Why Is My Dog's Nose Dry & Cracked?

Too much sniffing around in the winter air and the wetness of your pup's nose goes poof.
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Just as turtles have hard shells, dogs are supposed to have cold, wet noses -- that's just the way it is. But sometimes your pup's world turns upside down and he's left with one of those weird dry and cracked noses. Many things cause nose problems, but most are fixable.


As your pup dives into his food, eagerly swallows his kibbles and then licks the bowl clean, he may be exacerbating his nose problem due to allergies. Your little guy might be allergic to his food or even his own bowl, especially if it's plastic. He might also be allergic to other things, like pollen and grass. Allergic reactions usually manifest themselves as itchy skin, loose stool and sometimes vomiting and diarrhea. While your pup's hind end or paws are usually most affected, his poor nose can also become dry and cracked, especially along the edges and inside his nostrils.

But not to fear, special food and allergy tests are here. An allergy test will tell you if he's allergic to something in the environment, like pollen. You and your vet can decide how to reduce his exposure to those allergens and if any medications are needed. A switch to hypoallergenic food will keep the nasty food allergens away, like chicken protein and wheat.

Winter Nose

Winter doesn't come alone; it brings a dry air that turns your pup's nose from cool and wet to dry and possibly even cracked. A wintry dry nose is often accompanied by itchy, flaky skin, which looks a bit too similar to allergies, so a checkup with your vet is always a good idea to know what you're dealing with. If your pup's dry nose is caused by the winter weather, a pea-sized amount of petroleum jelly will do wonders. Make sure you rub it in really good, because your little guy will be throwing that big tongue up to his nose to try and lick everything off. If his nose doesn't improve in about two or three days, stop using the petroleum jelly and call your vet.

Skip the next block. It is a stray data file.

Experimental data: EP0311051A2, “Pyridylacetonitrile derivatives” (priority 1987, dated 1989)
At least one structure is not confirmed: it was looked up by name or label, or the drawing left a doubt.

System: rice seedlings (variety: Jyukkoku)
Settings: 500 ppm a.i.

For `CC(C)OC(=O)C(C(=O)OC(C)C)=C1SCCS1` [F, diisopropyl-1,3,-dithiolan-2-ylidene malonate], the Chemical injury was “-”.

If your pup's immune system isn't a fan of his skin because it thinks it's an intruder, it's going to attack it. You then have skin that becomes cracked, peeling, reddened and infected. Lesions may also appear. An autoimmune disease usually will cause more severe symptoms than just a cracked nose -- his entire skin will be affected, and the nose will worsen as time goes on. Lupus is usually the culprit. Taking those awful autoimmune disorders out to the trash is something that usually calls for a boatload of medicine, especially to start out. But his nose will eventually get back to the wet, cold snout he's always been known for.


Nasty bacteria and fungi have long been awaiting a chance to make your pup miserable, and with any type of open wound, they've found the perfect opportunity. Dogs can't use their hands to feel, so they're forced to investigate canine matters with their noses. Sometimes they cut themselves or get bit by something. And then to make the whole situation worse, they lick their wound incessantly. The moist, open wound is basically an invitation to bacteria.

With an infection, the outside of your dog's nose and along his nostrils may be cracked, dry and smelly and you'll often see nasal discharge. Anytime your pup gets a minor cut, dab a tiny bit of triple antibiotic on the wound -- you can use a human ointment. If it worsens, or if the aforementioned symptoms start to rear their ugly heads, it's time for a vet visit for some oral dog antibiotics. Deep cuts warrant a trip to the vet right away, because a bit of triple antibiotic often isn't enough.


Skin cancer is also a possibility, but that's something that requires a biopsy. Cancer will usually cause a list of other symptoms, like blisters and tumors. Your vet will probably do a medical trial for other conditions before even hinting at the possibility of cancer, unless the symptoms are obvious. It's not that cancer is extremely rare, but something like a dry nose from winter or a cracked nose due to allergies is more common.

Always check with your veterinarian before changing your pet’s diet, medication, or physical activity routines. This information is not a substitute for a vet’s opinion.

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